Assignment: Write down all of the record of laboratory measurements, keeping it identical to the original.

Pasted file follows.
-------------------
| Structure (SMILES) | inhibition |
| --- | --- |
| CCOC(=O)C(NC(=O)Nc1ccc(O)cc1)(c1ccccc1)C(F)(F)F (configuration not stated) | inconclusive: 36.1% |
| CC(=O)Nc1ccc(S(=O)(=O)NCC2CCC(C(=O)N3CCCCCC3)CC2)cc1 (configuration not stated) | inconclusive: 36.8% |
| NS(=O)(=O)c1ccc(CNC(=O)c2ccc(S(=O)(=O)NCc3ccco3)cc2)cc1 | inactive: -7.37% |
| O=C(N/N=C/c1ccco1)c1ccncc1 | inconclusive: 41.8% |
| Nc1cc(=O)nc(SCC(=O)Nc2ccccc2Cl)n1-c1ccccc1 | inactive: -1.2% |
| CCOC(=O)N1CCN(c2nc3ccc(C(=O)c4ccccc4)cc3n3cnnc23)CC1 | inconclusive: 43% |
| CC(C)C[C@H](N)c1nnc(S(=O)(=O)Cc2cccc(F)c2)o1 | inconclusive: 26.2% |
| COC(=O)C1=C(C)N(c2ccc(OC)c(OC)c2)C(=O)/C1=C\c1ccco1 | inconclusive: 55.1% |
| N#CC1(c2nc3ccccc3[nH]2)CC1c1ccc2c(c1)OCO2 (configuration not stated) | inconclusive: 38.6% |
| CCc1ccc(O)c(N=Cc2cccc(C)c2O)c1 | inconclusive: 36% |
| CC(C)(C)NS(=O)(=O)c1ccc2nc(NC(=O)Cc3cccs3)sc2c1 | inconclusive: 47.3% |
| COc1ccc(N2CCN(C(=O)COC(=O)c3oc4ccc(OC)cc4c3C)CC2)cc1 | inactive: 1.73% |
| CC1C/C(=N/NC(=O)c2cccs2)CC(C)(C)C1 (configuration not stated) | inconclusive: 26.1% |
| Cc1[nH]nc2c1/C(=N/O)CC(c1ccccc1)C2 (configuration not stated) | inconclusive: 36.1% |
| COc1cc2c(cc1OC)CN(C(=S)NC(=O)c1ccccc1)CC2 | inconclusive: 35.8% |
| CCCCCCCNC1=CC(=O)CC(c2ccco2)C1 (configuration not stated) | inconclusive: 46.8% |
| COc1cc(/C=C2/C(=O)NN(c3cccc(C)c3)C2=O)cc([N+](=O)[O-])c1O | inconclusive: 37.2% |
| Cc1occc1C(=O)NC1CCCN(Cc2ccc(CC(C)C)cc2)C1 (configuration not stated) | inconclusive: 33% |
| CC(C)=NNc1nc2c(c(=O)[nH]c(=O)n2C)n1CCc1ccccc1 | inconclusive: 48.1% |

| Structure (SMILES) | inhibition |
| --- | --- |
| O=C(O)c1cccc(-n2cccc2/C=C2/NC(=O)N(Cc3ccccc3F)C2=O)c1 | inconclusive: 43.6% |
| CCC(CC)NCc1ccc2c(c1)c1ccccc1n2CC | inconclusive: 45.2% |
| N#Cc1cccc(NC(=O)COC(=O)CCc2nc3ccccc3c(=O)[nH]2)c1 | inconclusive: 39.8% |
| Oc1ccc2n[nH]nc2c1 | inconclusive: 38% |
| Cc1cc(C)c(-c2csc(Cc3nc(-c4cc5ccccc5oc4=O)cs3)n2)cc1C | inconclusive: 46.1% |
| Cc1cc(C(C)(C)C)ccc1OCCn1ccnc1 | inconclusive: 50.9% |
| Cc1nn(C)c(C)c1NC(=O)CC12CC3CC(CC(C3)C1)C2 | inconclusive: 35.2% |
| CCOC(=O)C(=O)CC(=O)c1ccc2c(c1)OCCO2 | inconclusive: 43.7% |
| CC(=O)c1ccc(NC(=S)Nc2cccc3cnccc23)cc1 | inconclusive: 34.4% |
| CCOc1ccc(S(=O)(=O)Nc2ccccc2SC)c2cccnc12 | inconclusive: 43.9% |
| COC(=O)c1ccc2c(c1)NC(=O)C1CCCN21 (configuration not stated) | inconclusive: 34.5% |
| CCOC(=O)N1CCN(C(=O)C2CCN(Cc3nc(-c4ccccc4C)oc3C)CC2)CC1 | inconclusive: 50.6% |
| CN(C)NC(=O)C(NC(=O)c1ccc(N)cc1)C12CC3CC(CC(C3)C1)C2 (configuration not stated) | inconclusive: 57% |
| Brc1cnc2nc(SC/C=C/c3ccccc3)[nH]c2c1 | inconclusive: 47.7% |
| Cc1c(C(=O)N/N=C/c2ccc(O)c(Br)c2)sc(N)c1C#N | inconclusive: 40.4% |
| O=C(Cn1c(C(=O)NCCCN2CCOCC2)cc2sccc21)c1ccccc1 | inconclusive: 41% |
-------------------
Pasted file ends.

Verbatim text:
| Structure (SMILES) | inhibition |
| --- | --- |
| CCOC(=O)C(NC(=O)Nc1ccc(O)cc1)(c1ccccc1)C(F)(F)F (configuration not stated) | inconclusive: 36.1% |
| CC(=O)Nc1ccc(S(=O)(=O)NCC2CCC(C(=O)N3CCCCCC3)CC2)cc1 (configuration not stated) | inconclusive: 36.8% |
| NS(=O)(=O)c1ccc(CNC(=O)c2ccc(S(=O)(=O)NCc3ccco3)cc2)cc1 | inactive: -7.37% |
| O=C(N/N=C/c1ccco1)c1ccncc1 | inconclusive: 41.8% |
| Nc1cc(=O)nc(SCC(=O)Nc2ccccc2Cl)n1-c1ccccc1 | inactive: -1.2% |
| CCOC(=O)N1CCN(c2nc3ccc(C(=O)c4ccccc4)cc3n3cnnc23)CC1 | inconclusive: 43% |
| CC(C)C[C@H](N)c1nnc(S(=O)(=O)Cc2cccc(F)c2)o1 | inconclusive: 26.2% |
| COC(=O)C1=C(C)N(c2ccc(OC)c(OC)c2)C(=O)/C1=C\c1ccco1 | inconclusive: 55.1% |
| N#CC1(c2nc3ccccc3[nH]2)CC1c1ccc2c(c1)OCO2 (configuration not stated) | inconclusive: 38.6% |
| CCc1ccc(O)c(N=Cc2cccc(C)c2O)c1 | inconclusive: 36% |
| CC(C)(C)NS(=O)(=O)c1ccc2nc(NC(=O)Cc3cccs3)sc2c1 | inconclusive: 47.3% |
| COc1ccc(N2CCN(C(=O)COC(=O)c3oc4ccc(OC)cc4c3C)CC2)cc1 | inactive: 1.73% |
| CC1C/C(=N/NC(=O)c2cccs2)CC(C)(C)C1 (configuration not stated) | inconclusive: 26.1% |
| Cc1[nH]nc2c1/C(=N/O)CC(c1ccccc1)C2 (configuration not stated) | inconclusive: 36.1% |
| COc1cc2c(cc1OC)CN(C(=S)NC(=O)c1ccccc1)CC2 | inconclusive: 35.8% |
| CCCCCCCNC1=CC(=O)CC(c2ccco2)C1 (configuration not stated) | inconclusive: 46.8% |
| COc1cc(/C=C2/C(=O)NN(c3cccc(C)c3)C2=O)cc([N+](=O)[O-])c1O | inconclusive: 37.2% |
| Cc1occc1C(=O)NC1CCCN(Cc2ccc(CC(C)C)cc2)C1 (configuration not stated) | inconclusive: 33% |
| CC(C)=NNc1nc2c(c(=O)[nH]c(=O)n2C)n1CCc1ccccc1 | inconclusive: 48.1% |

| Structure (SMILES) | inhibition |
| --- | --- |
| O=C(O)c1cccc(-n2cccc2/C=C2/NC(=O)N(Cc3ccccc3F)C2=O)c1 | inconclusive: 43.6% |
| CCC(CC)NCc1ccc2c(c1)c1ccccc1n2CC | inconclusive: 45.2% |
| N#Cc1cccc(NC(=O)COC(=O)CCc2nc3ccccc3c(=O)[nH]2)c1 | inconclusive: 39.8% |
| Oc1ccc2n[nH]nc2c1 | inconclusive: 38% |
| Cc1cc(C)c(-c2csc(Cc3nc(-c4cc5ccccc5oc4=O)cs3)n2)cc1C | inconclusive: 46.1% |
| Cc1cc(C(C)(C)C)ccc1OCCn1ccnc1 | inconclusive: 50.9% |
| Cc1nn(C)c(C)c1NC(=O)CC12CC3CC(CC(C3)C1)C2 | inconclusive: 35.2% |
| CCOC(=O)C(=O)CC(=O)c1ccc2c(c1)OCCO2 | inconclusive: 43.7% |
| CC(=O)c1ccc(NC(=S)Nc2cccc3cnccc23)cc1 | inconclusive: 34.4% |
| CCOc1ccc(S(=O)(=O)Nc2ccccc2SC)c2cccnc12 | inconclusive: 43.9% |
| COC(=O)c1ccc2c(c1)NC(=O)C1CCCN21 (configuration not stated) | inconclusive: 34.5% |
| CCOC(=O)N1CCN(C(=O)C2CCN(Cc3nc(-c4ccccc4C)oc3C)CC2)CC1 | inconclusive: 50.6% |
| CN(C)NC(=O)C(NC(=O)c1ccc(N)cc1)C12CC3CC(CC(C3)C1)C2 (configuration not stated) | inconclusive: 57% |
| Brc1cnc2nc(SC/C=C/c3ccccc3)[nH]c2c1 | inconclusive: 47.7% |
| Cc1c(C(=O)N/N=C/c2ccc(O)c(Br)c2)sc(N)c1C#N | inconclusive: 40.4% |
| O=C(Cn1c(C(=O)NCCCN2CCOCC2)cc2sccc21)c1ccccc1 | inconclusive: 41% |